5G vs fibre - Will 5G replace fibre broadband?

23 March 2022


The battle of 5G vs fibre is underway in the UK, but does this mean the end for cable internet?

As 5G rolls out across the UK the reality of high-speed wireless internet connectivity, wherever you live, has become a reality. But with wired broadband fibre internet hitting faster speeds than ever and with greater coverage, can 5G spell the end of a physically connected internet?

According to Ericsson, by 2024 5G networks will boast 1.9 billion subscribers, carry 35 percent of the world’s mobile data traffic, and cover 45 percent of the global population. 

Yet the answer could be that we use a little bit of both.

What is 5G broadband?

One common confusion is with 5G smartphone networks and 5G broadband. The latter actually uses fibre cable connections like current wired broadband infrastructure. So you get the fastest speeds using fibre cabling, to the broadband cabinet on the street.

This is where it can slow with wired broadband as copper cabling is used to bridge the gap to properties. Or it can get more expensive in the case of fibre to the premises cabling. That’s avoided with 5G which can bridge that final gap wirelessly.

This means that 5G broadband, aka 5G Fixed Wireless Access or FWA, replaces that last distance, often called ‘the last mile’. This saves money, time and installation effort.

The last mile bottleneck in fibre

Currently, the ‘last mile’ of a standard broadband connection is the most problematic. It can take a lot of work and money fitting high speed fibre optic cable from that cabinet to an individual property.

This is why many companies continue to use old fashioned copper connections in many locations. This proves to be a bit of a bottleneck when it comes to potential broadband performance. While major providers like Virgin and BT are rolling out more Fibre To The Premises (FTTP) cabled internet, this isn’t expected to offer nationwide coverage until 2033.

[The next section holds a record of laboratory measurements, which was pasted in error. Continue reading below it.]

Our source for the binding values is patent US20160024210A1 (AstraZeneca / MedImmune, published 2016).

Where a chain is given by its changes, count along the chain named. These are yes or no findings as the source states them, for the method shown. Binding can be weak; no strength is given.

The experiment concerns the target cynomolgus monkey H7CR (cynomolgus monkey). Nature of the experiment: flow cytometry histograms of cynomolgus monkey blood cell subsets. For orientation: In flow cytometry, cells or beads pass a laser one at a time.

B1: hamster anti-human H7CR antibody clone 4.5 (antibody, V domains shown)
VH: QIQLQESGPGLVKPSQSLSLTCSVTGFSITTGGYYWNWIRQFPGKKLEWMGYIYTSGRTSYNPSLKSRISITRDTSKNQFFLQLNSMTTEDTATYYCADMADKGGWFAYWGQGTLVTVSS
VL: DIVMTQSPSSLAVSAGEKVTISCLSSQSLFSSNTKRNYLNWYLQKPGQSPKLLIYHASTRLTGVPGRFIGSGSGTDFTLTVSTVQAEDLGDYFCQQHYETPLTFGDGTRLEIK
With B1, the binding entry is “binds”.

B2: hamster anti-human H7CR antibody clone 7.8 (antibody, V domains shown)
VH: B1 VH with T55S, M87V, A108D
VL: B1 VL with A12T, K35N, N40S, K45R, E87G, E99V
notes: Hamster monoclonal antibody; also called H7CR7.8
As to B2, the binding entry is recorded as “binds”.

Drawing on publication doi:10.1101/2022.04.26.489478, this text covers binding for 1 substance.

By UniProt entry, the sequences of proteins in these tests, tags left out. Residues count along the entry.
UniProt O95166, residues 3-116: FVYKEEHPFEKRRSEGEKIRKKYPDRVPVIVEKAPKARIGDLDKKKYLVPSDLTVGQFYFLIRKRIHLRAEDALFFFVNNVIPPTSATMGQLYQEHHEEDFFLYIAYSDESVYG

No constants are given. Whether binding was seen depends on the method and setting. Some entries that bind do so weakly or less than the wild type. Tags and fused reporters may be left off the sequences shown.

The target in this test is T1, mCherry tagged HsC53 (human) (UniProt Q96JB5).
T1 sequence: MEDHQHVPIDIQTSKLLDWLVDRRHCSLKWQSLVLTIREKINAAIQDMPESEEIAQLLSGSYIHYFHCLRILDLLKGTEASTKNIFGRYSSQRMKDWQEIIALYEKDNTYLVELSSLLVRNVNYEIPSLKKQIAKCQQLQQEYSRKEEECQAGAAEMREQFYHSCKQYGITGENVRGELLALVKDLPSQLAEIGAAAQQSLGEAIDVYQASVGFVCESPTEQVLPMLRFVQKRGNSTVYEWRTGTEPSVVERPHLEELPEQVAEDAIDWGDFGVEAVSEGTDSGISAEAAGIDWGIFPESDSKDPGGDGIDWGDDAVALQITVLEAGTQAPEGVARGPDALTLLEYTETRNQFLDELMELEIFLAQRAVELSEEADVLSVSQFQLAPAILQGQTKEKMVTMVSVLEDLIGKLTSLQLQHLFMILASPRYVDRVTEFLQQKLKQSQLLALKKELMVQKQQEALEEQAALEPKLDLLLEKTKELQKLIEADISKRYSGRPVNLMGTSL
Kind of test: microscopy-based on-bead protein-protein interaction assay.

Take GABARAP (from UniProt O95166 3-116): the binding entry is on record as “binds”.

Ofcom estimates that in the UK there are around 123,000 properties with speeds that are less than 10Mbps. Many of these areas could be reached by high-speed 5G where fixed line broadband has not managed to connect them. 

5G would ensure that this final stretch is no longer a weak point. A 2018 Ovum report predicted that large-scale 5G deployment would consistently support average speeds of 80–100Mbps.

That prediction appears accurate, in fact if anything it was a conservative estimate, with Three reporting average 5G home broadband speeds of 200Mbps in parts of NW1 in July 2021. Some other regions can expect higher or lower speeds than that, but it’s unlikely that the average would drop below around 80Mbps anywhere.

While that’s not as fast as the very speediest fibre broadband packages, hitting just over 1,000Mbps, this is just an average  – peak speeds will be higher than this, and most fibre broadband even in urban locations is in line with the speeds offered by 5G broadband.

5G versus fibre at a glance





Radio waves over the air

Light transmitted through optic cables